In pure basketball sense, Randy Wittman announcing that the Wizards have set a goal to finish ninth in the Eastern Conference — one spot out of a playoff berth — makes, well, no sense. Same as his Yogi-like proclamation that “it ain’t over yet,” moments after his Wizards beat the Bulls, 90-86, on Tuesday night at Verizon Center.
The chances of the Wizards winning their final eight games and the Bucks, comfortably in the eighth position, losing their final eight is PowerBall-esque.
At first, it actually makes you want to shake the coach and his brainwashed players, wake them from this temporary insanity, spell out very clearly how they have spent the last half of the season ruining any chance for a top-three pick the NBA draft lottery, and that the least they could do for their fan base was finish 10th, 11th or worse — if only to secure a better player in June.
This isn’t the National Invitation Tournament, where you can proclaim, “We’re No. 69!” and take home a nice consolation prize for not making the NCAA tournament. In the NBA, you make the playoffs or you are close to lousy — one bad draft from being the Bobcats.
But it’s now past 10 p.m, moments after Washington just weathered all the forearm shivers and grit the depleted Bulls had to muster on a loud night in their home building where they have now won eight straight, and all of a sudden you realize: This season still means something.
“A lot of teams that aren’t really fighting for anything do tend to roll over and take the rest of the season how it comes,” Martell Webster said after the game. “But not us. We’re fighting for each other and showing each other we deserve to be in the playoffs, that we can actually play playoff-caliber basketball.”
“My perception of the team has evolved since I got here,” he added. “Be honest, I didn’t know what the hell to expect when I first got here. So many teams you got a lot of talk and no action. We talk and we perform here. We play for each other. We play to win. It doesn’t matter what part of the season it is.”
On second glance, it makes all the sense in the world to finish ninth — the world of the Wizards, where measuring progress since John Wall returned is so important to the future. His teammates have been much better. He has been flammable of late, knocking down a big shot late against the Bulls and making the right decisions down the stretch. Bradley Beal is occasionally butter from beyond the arc. Webster is suddenly worth a mid-level exception and more.
Look, they were never going to be a playoff team this season. Those hopes died the moment Wall sustained a knee injury that cost him the first 33 games and Nene aggravated a left foot injury in the Olympics, limiting him for much of the season’s early going.
Their postseason was gone after they started 4-28, and after that there were only two important questions to be answered: Would Wall show that he was a bona-fide point guard capable of making his teammates better while also showing the same explosiveness he had before the injury? And were some of the key components around him good enough to warrant keeping him for the future?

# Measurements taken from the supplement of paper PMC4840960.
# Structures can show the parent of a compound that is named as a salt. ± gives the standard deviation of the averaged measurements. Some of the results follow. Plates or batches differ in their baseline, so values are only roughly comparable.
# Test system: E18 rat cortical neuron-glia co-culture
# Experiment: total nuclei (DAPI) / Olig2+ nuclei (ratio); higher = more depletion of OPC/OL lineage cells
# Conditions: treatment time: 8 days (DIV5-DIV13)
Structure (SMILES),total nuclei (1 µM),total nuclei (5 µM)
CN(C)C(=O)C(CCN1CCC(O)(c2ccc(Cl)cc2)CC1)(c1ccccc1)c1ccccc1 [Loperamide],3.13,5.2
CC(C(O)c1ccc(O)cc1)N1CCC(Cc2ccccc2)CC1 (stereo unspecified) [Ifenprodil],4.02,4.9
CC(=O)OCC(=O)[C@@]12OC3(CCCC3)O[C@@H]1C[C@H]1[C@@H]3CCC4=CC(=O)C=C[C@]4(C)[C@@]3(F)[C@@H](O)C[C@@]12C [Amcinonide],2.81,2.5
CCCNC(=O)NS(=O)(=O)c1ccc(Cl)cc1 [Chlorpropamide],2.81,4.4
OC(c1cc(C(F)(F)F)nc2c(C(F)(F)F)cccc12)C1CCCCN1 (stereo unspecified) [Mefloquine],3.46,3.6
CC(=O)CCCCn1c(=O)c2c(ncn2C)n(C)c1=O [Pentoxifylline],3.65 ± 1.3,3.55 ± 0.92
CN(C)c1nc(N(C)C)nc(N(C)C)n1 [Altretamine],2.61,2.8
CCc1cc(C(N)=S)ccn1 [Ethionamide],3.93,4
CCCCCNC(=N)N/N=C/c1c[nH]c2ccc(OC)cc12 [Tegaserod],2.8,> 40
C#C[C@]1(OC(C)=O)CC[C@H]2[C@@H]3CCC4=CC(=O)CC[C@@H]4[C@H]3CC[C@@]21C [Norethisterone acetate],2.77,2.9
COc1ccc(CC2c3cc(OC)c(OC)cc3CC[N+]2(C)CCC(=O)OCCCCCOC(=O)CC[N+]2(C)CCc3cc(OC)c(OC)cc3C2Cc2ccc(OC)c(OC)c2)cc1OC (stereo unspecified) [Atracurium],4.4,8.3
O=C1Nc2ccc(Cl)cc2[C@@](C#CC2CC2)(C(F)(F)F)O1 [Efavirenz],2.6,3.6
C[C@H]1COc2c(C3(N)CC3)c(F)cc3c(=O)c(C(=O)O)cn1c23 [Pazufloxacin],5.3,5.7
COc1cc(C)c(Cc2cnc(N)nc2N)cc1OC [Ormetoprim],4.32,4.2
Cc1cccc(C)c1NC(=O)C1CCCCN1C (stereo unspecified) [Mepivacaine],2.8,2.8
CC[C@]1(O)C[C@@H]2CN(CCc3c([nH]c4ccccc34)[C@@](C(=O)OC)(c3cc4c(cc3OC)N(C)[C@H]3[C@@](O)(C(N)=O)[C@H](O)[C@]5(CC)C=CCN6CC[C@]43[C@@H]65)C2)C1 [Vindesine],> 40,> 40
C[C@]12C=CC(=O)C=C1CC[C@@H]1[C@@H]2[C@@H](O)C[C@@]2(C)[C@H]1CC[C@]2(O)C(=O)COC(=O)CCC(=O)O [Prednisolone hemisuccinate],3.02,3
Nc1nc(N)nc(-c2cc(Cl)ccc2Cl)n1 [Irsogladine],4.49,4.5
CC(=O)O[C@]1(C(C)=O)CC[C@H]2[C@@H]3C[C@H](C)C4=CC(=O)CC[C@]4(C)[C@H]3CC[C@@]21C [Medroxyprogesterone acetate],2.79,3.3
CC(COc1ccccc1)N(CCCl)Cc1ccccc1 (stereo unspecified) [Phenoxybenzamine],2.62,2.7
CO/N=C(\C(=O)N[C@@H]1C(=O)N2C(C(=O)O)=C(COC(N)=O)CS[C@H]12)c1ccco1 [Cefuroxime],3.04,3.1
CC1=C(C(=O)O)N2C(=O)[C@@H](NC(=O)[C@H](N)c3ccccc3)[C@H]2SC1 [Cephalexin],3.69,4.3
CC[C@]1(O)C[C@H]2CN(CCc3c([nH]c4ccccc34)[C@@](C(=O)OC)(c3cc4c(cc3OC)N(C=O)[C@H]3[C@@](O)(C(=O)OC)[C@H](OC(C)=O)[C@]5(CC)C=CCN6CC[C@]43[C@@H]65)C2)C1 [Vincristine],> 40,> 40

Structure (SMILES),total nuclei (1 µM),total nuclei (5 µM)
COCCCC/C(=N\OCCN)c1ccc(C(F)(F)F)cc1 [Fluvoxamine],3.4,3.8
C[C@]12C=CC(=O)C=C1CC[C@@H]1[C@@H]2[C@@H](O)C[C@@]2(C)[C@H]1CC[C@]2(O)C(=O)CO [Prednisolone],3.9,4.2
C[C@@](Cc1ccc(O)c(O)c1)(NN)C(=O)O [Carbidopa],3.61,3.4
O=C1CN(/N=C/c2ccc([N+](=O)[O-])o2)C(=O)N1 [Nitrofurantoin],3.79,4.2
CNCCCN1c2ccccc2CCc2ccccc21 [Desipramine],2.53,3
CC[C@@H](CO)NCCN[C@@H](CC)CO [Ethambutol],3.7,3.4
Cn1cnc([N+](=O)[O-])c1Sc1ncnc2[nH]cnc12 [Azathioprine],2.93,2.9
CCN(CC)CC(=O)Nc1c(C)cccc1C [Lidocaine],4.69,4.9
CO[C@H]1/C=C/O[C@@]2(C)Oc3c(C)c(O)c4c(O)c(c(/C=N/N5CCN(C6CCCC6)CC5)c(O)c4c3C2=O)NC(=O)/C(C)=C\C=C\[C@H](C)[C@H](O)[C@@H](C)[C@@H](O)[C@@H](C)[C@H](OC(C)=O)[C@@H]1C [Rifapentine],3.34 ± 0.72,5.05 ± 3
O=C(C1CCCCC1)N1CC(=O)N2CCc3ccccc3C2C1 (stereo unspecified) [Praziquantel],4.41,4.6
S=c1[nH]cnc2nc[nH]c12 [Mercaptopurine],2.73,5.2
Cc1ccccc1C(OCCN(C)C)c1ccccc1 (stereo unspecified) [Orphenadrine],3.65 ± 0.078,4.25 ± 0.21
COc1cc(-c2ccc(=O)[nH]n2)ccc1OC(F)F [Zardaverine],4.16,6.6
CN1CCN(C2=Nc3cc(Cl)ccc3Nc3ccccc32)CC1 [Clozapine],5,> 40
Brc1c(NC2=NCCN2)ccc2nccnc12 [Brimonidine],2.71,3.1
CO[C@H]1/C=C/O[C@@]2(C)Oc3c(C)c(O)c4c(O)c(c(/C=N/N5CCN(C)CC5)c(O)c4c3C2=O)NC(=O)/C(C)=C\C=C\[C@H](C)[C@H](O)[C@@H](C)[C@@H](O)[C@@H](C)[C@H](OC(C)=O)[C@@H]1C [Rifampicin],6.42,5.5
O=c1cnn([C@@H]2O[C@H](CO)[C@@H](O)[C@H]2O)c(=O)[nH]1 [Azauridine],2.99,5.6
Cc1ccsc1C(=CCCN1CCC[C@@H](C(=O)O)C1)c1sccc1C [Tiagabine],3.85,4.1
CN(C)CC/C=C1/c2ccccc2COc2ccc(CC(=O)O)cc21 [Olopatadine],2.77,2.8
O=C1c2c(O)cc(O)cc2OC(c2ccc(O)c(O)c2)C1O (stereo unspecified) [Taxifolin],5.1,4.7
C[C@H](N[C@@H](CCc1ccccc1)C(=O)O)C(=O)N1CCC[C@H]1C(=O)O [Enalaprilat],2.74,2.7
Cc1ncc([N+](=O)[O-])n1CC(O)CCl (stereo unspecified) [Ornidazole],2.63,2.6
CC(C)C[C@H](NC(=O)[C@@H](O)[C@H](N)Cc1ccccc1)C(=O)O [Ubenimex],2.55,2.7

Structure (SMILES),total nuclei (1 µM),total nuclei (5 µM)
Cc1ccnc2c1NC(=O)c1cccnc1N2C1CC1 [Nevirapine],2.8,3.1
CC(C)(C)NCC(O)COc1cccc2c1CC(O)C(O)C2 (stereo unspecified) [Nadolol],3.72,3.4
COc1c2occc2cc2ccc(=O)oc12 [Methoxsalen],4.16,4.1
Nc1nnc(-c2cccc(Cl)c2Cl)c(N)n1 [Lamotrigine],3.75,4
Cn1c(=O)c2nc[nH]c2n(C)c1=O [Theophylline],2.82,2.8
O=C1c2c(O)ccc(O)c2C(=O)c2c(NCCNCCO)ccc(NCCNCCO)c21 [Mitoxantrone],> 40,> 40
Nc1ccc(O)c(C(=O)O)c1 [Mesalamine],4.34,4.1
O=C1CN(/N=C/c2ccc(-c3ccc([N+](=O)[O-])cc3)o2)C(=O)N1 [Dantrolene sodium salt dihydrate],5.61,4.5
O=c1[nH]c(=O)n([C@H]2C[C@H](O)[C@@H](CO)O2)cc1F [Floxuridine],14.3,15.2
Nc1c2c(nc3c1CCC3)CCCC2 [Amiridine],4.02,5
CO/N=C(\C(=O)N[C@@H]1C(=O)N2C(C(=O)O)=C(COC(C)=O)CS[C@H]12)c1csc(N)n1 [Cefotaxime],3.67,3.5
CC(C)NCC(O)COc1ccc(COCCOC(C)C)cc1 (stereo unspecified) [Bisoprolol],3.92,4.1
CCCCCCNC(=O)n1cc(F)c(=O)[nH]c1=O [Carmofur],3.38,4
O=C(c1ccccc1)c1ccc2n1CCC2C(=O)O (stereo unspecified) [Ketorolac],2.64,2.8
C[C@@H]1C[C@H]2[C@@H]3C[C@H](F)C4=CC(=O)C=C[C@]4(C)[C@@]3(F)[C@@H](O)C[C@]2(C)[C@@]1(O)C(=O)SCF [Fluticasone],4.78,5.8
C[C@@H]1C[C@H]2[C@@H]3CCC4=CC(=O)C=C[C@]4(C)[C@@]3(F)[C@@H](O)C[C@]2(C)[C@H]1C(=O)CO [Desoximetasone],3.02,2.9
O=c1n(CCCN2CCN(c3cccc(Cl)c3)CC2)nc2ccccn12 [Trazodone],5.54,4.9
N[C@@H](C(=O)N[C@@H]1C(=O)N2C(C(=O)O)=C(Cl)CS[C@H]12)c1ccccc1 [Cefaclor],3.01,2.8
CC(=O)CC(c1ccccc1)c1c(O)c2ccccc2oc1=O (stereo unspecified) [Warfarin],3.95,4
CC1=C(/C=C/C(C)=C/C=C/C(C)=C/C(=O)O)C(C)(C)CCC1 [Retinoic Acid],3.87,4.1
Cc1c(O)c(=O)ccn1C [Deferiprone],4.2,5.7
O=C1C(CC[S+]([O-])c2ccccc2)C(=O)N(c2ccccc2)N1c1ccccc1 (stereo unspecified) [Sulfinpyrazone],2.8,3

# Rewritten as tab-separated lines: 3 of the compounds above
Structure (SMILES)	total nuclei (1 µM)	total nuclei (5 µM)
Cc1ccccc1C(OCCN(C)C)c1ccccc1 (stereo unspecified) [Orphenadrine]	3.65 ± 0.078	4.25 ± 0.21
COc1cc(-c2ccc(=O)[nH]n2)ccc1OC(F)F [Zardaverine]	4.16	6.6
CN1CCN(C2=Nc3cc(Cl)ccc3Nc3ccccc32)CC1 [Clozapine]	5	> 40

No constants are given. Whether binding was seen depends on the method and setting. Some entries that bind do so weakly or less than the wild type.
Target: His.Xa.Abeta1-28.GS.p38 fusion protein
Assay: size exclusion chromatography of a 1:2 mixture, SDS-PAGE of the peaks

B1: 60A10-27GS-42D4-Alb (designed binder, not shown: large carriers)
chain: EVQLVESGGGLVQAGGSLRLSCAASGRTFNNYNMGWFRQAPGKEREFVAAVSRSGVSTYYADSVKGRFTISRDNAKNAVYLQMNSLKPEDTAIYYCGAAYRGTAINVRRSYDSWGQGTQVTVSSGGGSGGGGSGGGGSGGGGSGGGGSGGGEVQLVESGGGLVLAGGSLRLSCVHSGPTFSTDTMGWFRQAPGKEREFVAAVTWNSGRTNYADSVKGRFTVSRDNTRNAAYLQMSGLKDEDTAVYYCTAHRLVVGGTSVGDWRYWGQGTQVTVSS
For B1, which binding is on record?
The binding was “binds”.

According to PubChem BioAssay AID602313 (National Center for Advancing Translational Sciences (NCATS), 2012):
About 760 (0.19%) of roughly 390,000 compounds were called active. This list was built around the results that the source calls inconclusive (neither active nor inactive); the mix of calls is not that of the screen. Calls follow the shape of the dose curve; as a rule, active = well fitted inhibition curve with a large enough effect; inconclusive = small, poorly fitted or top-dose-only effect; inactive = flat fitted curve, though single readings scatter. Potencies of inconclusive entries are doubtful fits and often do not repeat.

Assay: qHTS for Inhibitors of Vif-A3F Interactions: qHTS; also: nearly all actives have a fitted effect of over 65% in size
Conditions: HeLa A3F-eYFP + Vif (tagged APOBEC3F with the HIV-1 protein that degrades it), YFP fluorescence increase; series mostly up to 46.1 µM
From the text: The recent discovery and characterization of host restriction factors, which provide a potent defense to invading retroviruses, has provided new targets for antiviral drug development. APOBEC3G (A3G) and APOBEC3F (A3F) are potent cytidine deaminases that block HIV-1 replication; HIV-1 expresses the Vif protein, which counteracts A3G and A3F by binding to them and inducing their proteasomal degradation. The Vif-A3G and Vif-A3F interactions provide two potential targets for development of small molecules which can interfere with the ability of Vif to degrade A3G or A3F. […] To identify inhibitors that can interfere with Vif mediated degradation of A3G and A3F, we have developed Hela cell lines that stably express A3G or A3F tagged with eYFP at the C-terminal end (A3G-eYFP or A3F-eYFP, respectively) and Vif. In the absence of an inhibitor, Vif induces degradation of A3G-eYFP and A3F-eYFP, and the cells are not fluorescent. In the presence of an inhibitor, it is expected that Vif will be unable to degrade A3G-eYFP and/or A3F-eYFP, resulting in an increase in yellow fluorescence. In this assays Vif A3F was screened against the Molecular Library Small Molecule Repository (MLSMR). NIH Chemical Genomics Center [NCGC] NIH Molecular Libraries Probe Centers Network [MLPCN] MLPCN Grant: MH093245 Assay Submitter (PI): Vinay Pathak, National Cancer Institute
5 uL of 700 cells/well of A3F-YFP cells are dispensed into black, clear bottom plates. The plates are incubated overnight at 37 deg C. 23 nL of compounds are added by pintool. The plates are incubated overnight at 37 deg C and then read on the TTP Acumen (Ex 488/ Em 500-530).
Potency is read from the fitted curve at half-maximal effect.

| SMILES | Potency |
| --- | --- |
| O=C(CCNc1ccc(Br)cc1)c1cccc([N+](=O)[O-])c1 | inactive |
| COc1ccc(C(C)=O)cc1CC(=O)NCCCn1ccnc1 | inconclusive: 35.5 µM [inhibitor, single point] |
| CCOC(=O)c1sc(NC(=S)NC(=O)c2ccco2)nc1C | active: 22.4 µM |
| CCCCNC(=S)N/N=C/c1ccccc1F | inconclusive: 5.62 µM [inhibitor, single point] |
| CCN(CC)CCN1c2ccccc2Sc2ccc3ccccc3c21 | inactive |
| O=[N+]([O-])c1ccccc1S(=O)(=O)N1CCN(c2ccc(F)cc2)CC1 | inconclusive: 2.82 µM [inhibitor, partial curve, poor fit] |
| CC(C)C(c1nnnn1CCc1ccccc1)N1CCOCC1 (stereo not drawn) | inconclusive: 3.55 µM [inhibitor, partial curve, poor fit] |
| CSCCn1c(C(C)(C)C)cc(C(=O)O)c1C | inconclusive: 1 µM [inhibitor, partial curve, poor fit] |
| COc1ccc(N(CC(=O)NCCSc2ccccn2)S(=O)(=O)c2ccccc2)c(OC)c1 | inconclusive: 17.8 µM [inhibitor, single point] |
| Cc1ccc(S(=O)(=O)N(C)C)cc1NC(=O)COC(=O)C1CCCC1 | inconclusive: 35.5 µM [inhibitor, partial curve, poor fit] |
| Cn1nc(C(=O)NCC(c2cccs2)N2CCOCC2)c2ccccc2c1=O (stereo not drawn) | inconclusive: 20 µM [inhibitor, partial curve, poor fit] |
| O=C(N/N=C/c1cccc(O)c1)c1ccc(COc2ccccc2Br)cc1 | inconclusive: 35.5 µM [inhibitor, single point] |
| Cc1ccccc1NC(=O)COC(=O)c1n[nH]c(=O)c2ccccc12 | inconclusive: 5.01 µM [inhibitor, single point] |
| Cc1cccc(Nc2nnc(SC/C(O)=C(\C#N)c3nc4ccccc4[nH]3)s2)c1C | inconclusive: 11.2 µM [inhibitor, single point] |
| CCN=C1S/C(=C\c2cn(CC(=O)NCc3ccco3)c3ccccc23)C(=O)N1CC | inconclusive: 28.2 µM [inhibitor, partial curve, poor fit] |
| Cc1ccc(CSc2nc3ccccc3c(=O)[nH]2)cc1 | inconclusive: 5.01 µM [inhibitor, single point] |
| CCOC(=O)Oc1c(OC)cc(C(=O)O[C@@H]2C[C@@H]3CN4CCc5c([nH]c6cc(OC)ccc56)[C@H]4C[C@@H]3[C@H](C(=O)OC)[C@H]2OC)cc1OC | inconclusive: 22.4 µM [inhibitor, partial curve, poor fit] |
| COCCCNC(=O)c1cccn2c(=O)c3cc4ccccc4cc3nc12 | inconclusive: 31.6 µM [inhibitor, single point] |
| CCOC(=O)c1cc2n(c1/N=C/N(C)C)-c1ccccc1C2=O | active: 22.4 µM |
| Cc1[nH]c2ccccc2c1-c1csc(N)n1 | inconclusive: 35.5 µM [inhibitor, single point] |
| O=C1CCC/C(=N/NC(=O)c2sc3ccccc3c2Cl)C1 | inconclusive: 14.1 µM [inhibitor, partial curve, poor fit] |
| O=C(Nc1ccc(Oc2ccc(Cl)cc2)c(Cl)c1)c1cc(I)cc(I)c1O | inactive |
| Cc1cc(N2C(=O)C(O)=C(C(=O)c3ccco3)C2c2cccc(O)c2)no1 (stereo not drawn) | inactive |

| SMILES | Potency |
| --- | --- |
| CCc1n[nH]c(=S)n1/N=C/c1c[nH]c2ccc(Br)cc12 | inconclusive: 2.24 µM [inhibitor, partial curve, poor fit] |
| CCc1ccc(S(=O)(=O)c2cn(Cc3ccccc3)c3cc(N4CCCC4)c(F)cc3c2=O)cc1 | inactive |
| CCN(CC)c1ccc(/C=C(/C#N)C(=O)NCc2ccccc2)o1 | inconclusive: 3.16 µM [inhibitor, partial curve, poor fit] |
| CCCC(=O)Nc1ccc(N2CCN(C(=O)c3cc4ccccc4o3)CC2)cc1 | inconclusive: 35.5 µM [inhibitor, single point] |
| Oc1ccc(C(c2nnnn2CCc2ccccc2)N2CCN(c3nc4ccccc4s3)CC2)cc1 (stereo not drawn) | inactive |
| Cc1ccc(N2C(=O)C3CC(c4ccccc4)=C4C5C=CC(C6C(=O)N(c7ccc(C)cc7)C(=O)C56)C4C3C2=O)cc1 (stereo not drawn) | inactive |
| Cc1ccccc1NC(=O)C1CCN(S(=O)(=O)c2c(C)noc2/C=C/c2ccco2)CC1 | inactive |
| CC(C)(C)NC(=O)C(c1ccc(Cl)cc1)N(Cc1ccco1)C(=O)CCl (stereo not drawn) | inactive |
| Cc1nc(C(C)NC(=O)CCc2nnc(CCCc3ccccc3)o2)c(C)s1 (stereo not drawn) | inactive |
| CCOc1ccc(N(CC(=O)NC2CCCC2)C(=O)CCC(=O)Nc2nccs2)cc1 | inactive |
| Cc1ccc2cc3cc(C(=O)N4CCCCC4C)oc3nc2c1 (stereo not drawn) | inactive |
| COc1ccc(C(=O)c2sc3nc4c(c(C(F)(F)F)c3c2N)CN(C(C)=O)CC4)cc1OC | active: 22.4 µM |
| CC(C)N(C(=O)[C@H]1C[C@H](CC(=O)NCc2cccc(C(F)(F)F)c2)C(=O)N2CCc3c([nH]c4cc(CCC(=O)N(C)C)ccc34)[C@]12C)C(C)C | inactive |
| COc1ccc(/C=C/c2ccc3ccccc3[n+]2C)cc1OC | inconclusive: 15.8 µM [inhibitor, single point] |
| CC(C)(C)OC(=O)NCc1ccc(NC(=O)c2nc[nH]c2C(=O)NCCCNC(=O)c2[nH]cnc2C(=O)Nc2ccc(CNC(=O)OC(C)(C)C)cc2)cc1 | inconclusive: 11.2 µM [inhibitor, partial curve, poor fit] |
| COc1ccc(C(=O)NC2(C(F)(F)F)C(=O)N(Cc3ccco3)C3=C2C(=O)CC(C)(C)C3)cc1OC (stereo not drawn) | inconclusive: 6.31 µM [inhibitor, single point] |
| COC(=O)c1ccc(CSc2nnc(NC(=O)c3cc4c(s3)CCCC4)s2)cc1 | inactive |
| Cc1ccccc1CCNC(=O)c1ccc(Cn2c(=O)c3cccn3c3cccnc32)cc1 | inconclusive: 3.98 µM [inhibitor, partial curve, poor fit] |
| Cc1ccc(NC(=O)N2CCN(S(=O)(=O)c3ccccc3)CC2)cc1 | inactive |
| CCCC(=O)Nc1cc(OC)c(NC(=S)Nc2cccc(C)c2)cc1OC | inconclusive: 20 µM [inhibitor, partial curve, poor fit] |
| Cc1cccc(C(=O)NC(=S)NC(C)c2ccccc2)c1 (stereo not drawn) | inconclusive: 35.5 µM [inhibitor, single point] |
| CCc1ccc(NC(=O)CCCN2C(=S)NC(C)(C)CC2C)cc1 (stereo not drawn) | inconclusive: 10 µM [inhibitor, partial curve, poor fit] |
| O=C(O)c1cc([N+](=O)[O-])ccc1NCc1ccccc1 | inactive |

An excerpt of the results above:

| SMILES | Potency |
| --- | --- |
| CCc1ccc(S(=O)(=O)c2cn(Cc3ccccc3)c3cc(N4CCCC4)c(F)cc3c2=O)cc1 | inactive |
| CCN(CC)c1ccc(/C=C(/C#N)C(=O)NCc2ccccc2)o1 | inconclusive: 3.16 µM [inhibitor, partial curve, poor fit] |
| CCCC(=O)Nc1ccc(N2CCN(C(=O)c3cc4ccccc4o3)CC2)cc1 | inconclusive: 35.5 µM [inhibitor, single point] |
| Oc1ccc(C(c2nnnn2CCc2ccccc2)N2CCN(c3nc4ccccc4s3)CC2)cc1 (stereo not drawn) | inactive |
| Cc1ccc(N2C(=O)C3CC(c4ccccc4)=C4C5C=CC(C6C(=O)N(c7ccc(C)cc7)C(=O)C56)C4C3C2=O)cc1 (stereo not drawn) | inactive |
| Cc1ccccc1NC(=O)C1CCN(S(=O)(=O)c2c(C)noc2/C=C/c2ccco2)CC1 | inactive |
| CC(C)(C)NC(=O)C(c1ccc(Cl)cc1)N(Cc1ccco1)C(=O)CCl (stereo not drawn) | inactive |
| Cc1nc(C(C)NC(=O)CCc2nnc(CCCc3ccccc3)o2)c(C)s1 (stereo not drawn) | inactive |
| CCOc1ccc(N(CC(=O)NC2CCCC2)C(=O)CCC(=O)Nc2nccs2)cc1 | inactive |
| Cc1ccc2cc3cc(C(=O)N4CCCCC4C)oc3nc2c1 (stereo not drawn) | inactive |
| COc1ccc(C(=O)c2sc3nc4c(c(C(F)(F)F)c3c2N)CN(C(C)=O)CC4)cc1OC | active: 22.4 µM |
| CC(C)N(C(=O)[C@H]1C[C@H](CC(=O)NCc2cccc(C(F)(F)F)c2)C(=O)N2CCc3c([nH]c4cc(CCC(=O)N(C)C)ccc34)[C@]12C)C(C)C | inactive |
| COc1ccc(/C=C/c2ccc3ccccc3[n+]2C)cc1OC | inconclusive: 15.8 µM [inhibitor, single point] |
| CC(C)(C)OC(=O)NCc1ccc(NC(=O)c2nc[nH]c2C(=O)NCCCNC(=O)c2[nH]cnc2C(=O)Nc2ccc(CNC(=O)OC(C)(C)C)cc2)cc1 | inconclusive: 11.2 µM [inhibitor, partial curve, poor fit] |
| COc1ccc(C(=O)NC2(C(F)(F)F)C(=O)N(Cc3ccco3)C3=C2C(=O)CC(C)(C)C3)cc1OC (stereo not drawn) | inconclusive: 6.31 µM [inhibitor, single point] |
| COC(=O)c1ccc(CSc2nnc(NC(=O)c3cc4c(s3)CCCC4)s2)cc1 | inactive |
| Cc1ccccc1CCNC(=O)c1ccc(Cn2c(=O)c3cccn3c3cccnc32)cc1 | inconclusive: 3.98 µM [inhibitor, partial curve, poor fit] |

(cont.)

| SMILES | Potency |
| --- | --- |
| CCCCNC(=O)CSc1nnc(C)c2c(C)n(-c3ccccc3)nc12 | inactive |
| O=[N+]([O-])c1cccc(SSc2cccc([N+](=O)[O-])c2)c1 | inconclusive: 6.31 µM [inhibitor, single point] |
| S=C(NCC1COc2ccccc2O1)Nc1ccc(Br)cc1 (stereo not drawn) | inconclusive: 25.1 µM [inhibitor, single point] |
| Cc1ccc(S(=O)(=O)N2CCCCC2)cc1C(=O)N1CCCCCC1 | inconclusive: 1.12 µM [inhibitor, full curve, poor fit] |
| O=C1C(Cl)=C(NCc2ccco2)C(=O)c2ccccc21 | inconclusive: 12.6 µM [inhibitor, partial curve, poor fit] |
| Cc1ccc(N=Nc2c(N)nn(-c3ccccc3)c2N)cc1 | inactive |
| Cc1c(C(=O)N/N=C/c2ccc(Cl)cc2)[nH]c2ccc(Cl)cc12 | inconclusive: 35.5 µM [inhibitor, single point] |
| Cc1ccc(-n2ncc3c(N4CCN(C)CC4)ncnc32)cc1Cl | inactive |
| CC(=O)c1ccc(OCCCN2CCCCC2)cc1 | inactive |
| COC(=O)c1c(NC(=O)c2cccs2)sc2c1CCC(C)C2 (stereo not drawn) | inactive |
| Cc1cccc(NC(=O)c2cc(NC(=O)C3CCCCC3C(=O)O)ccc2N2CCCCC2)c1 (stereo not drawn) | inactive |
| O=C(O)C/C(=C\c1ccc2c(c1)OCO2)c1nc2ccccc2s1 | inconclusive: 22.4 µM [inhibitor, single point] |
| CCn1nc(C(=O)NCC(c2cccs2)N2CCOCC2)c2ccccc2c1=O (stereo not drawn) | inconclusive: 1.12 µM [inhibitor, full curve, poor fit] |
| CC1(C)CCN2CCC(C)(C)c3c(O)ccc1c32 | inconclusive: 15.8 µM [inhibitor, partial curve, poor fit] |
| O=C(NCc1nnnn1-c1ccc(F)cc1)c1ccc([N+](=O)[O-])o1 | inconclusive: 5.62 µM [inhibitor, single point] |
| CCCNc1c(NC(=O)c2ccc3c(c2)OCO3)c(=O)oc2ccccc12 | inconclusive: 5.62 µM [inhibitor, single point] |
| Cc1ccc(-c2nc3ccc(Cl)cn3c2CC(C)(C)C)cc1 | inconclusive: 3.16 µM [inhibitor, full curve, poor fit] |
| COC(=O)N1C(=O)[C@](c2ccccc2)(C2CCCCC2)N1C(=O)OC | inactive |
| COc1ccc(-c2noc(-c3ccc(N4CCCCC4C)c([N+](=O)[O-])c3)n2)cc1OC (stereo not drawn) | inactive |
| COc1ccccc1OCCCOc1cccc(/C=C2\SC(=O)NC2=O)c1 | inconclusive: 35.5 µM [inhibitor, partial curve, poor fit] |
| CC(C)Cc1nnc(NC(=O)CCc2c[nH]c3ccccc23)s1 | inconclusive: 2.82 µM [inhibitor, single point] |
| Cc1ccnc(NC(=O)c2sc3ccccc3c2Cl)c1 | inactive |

Sure, 28-46 doesn’t make for a complete roster reassessment. But 24-18 after that start, the way the Wizards have turned into a tough out on many nights and into one of the top 10 defensive teams in the league since Wall’s return, has answered both questions in the affirmative.
If the Wizards have been about anything since Wall came back, they have been about purpose. They actually care deeply about how the league and this town perceives them; heck, Wittman got angry just a week ago when he heard the term “circus” and his club put in the same sentence.
While Wittman is perhaps the only coach in league history to publicly set a goal of finishing ninth, purpose is what it’s all about. They still care, still play as if they have something to prove beyond contract extensions, in the dog days of the NBA calendar.
I know what you are thinking: They’re millionaire basketball players; isn’t the least they could is play hard until their season ends?
Yes, in regular-person logic. But the NBA isn’t logical. It’s a 100-plus game grind for teams who actually go far. And even with all the safeguards to prevent a team from tanking and getting the No. 1 pick in the draft, teams that don’t make the playoffs have little incentive to win down the stretch.
The best teams often compromise the integrity of the product to rest and protect their players with the express reason of being fresh for the postseason — see San Antonio and Miami. The worst teams sometimes don’t play their stars simply because they don’t want to miss out on the possibility of moving one slot ahead of another team in the draft for a significantly better player.
Wittman and the Wizards could get away with sitting Nene or Wall the next two weeks. Lord knows the organization, headed for the lottery for the fifth straight time, has not always done what’s right for the game the past five seasons.
But finishing the job, making the league and themselves believe they have something here much better than 4-28, became important.
Did they cost themselves a better player the last few months? Probably, but that’s okay.
The last thing the Wizards needed was another 20-something, doe-eyed kid trying to figure his game and his new environment out at the same time. They need a piece or two to be a playoff team next season.
One of those pieces became showing purpose and passion this season, right up until Game No. 82. Going all out for ninth place doesn’t sound very noble, does it?
But from whence the Wizards came this season, it’s a building block for next year. After all the wrong, it’s doing the right by the game. And in the dog days of another lost season that’s something, no?
For previous columns by Mike Wise, visit washingtonpost.com/wise.